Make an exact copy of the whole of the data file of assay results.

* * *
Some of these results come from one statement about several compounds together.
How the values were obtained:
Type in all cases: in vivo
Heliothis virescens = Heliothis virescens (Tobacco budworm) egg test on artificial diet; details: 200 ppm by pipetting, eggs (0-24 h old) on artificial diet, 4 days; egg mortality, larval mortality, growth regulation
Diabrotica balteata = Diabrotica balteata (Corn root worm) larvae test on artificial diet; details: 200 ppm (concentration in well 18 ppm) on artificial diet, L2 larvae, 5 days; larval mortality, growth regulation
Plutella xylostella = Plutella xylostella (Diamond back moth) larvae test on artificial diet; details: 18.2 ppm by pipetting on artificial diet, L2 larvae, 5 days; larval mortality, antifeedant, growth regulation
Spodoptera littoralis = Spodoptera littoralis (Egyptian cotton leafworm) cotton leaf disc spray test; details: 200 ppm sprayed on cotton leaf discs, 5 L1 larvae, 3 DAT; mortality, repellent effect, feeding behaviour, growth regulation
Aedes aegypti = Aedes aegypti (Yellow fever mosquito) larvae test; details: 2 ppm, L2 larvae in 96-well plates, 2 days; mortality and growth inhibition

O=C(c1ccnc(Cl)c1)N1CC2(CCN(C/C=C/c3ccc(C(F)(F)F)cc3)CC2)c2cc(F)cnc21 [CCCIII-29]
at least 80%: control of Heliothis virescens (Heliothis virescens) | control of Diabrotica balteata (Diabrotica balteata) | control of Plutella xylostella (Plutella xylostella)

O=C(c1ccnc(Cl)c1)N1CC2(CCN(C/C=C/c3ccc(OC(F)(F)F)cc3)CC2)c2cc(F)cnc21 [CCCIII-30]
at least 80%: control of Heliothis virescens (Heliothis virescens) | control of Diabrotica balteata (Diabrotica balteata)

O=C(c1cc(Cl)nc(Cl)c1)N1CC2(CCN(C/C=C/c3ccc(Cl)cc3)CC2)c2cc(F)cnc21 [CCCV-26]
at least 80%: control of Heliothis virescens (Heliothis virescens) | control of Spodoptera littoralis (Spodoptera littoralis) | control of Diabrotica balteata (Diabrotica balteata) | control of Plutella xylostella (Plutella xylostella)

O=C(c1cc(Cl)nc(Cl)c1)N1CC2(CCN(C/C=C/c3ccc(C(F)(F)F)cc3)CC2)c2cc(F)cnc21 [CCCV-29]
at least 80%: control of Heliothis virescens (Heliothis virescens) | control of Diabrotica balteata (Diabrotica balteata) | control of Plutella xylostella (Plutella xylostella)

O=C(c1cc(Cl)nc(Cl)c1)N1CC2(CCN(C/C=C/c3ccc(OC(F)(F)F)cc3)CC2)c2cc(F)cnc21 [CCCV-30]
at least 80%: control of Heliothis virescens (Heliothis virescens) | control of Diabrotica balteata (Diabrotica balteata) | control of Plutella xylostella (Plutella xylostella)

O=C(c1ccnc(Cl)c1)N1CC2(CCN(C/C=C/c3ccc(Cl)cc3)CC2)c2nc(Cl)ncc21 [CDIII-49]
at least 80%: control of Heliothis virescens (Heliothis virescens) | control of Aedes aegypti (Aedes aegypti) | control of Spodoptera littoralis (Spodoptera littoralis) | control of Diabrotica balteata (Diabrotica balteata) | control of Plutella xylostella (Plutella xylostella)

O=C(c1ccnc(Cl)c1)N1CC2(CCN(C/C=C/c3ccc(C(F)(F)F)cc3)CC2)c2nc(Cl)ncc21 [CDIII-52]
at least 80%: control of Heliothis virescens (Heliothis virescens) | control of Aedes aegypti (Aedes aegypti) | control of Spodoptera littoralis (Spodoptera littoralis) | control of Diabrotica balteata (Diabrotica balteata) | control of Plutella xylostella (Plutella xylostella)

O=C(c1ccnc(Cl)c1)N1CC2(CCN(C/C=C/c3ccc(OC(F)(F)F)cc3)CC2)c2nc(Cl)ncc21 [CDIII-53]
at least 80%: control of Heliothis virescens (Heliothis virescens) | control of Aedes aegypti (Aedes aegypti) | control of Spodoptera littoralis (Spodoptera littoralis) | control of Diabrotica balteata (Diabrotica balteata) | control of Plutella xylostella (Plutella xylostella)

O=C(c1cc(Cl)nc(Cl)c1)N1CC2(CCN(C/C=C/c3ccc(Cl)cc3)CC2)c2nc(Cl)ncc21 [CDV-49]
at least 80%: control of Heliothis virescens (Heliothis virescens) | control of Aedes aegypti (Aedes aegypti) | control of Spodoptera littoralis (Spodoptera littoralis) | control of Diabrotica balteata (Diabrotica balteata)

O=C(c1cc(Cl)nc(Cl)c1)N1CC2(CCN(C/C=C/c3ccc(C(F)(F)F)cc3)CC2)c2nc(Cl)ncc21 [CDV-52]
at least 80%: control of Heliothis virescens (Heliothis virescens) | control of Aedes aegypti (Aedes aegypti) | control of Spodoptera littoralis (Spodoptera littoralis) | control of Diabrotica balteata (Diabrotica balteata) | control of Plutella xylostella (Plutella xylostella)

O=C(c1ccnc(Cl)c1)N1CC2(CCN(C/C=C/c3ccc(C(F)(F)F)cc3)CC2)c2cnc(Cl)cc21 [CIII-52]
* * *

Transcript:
Some of these results come from one statement about several compounds together.
How the values were obtained:
Type in all cases: in vivo
Heliothis virescens = Heliothis virescens (Tobacco budworm) egg test on artificial diet; details: 200 ppm by pipetting, eggs (0-24 h old) on artificial diet, 4 days; egg mortality, larval mortality, growth regulation
Diabrotica balteata = Diabrotica balteata (Corn root worm) larvae test on artificial diet; details: 200 ppm (concentration in well 18 ppm) on artificial diet, L2 larvae, 5 days; larval mortality, growth regulation
Plutella xylostella = Plutella xylostella (Diamond back moth) larvae test on artificial diet; details: 18.2 ppm by pipetting on artificial diet, L2 larvae, 5 days; larval mortality, antifeedant, growth regulation
Spodoptera littoralis = Spodoptera littoralis (Egyptian cotton leafworm) cotton leaf disc spray test; details: 200 ppm sprayed on cotton leaf discs, 5 L1 larvae, 3 DAT; mortality, repellent effect, feeding behaviour, growth regulation
Aedes aegypti = Aedes aegypti (Yellow fever mosquito) larvae test; details: 2 ppm, L2 larvae in 96-well plates, 2 days; mortality and growth inhibition

O=C(c1ccnc(Cl)c1)N1CC2(CCN(C/C=C/c3ccc(C(F)(F)F)cc3)CC2)c2cc(F)cnc21 [CCCIII-29]
at least 80%: control of Heliothis virescens (Heliothis virescens) | control of Diabrotica balteata (Diabrotica balteata) | control of Plutella xylostella (Plutella xylostella)

O=C(c1ccnc(Cl)c1)N1CC2(CCN(C/C=C/c3ccc(OC(F)(F)F)cc3)CC2)c2cc(F)cnc21 [CCCIII-30]
at least 80%: control of Heliothis virescens (Heliothis virescens) | control of Diabrotica balteata (Diabrotica balteata)

O=C(c1cc(Cl)nc(Cl)c1)N1CC2(CCN(C/C=C/c3ccc(Cl)cc3)CC2)c2cc(F)cnc21 [CCCV-26]
at least 80%: control of Heliothis virescens (Heliothis virescens) | control of Spodoptera littoralis (Spodoptera littoralis) | control of Diabrotica balteata (Diabrotica balteata) | control of Plutella xylostella (Plutella xylostella)

O=C(c1cc(Cl)nc(Cl)c1)N1CC2(CCN(C/C=C/c3ccc(C(F)(F)F)cc3)CC2)c2cc(F)cnc21 [CCCV-29]
at least 80%: control of Heliothis virescens (Heliothis virescens) | control of Diabrotica balteata (Diabrotica balteata) | control of Plutella xylostella (Plutella xylostella)

O=C(c1cc(Cl)nc(Cl)c1)N1CC2(CCN(C/C=C/c3ccc(OC(F)(F)F)cc3)CC2)c2cc(F)cnc21 [CCCV-30]
at least 80%: control of Heliothis virescens (Heliothis virescens) | control of Diabrotica balteata (Diabrotica balteata) | control of Plutella xylostella (Plutella xylostella)

O=C(c1ccnc(Cl)c1)N1CC2(CCN(C/C=C/c3ccc(Cl)cc3)CC2)c2nc(Cl)ncc21 [CDIII-49]
at least 80%: control of Heliothis virescens (Heliothis virescens) | control of Aedes aegypti (Aedes aegypti) | control of Spodoptera littoralis (Spodoptera littoralis) | control of Diabrotica balteata (Diabrotica balteata) | control of Plutella xylostella (Plutella xylostella)

O=C(c1ccnc(Cl)c1)N1CC2(CCN(C/C=C/c3ccc(C(F)(F)F)cc3)CC2)c2nc(Cl)ncc21 [CDIII-52]
at least 80%: control of Heliothis virescens (Heliothis virescens) | control of Aedes aegypti (Aedes aegypti) | control of Spodoptera littoralis (Spodoptera littoralis) | control of Diabrotica balteata (Diabrotica balteata) | control of Plutella xylostella (Plutella xylostella)

O=C(c1ccnc(Cl)c1)N1CC2(CCN(C/C=C/c3ccc(OC(F)(F)F)cc3)CC2)c2nc(Cl)ncc21 [CDIII-53]
at least 80%: control of Heliothis virescens (Heliothis virescens) | control of Aedes aegypti (Aedes aegypti) | control of Spodoptera littoralis (Spodoptera littoralis) | control of Diabrotica balteata (Diabrotica balteata) | control of Plutella xylostella (Plutella xylostella)

O=C(c1cc(Cl)nc(Cl)c1)N1CC2(CCN(C/C=C/c3ccc(Cl)cc3)CC2)c2nc(Cl)ncc21 [CDV-49]
at least 80%: control of Heliothis virescens (Heliothis virescens) | control of Aedes aegypti (Aedes aegypti) | control of Spodoptera littoralis (Spodoptera littoralis) | control of Diabrotica balteata (Diabrotica balteata)

O=C(c1cc(Cl)nc(Cl)c1)N1CC2(CCN(C/C=C/c3ccc(C(F)(F)F)cc3)CC2)c2nc(Cl)ncc21 [CDV-52]
at least 80%: control of Heliothis virescens (Heliothis virescens) | control of Aedes aegypti (Aedes aegypti) | control of Spodoptera littoralis (Spodoptera littoralis) | control of Diabrotica balteata (Diabrotica balteata) | control of Plutella xylostella (Plutella xylostella)

O=C(c1ccnc(Cl)c1)N1CC2(CCN(C/C=C/c3ccc(C(F)(F)F)cc3)CC2)c2cnc(Cl)cc21 [CIII-52]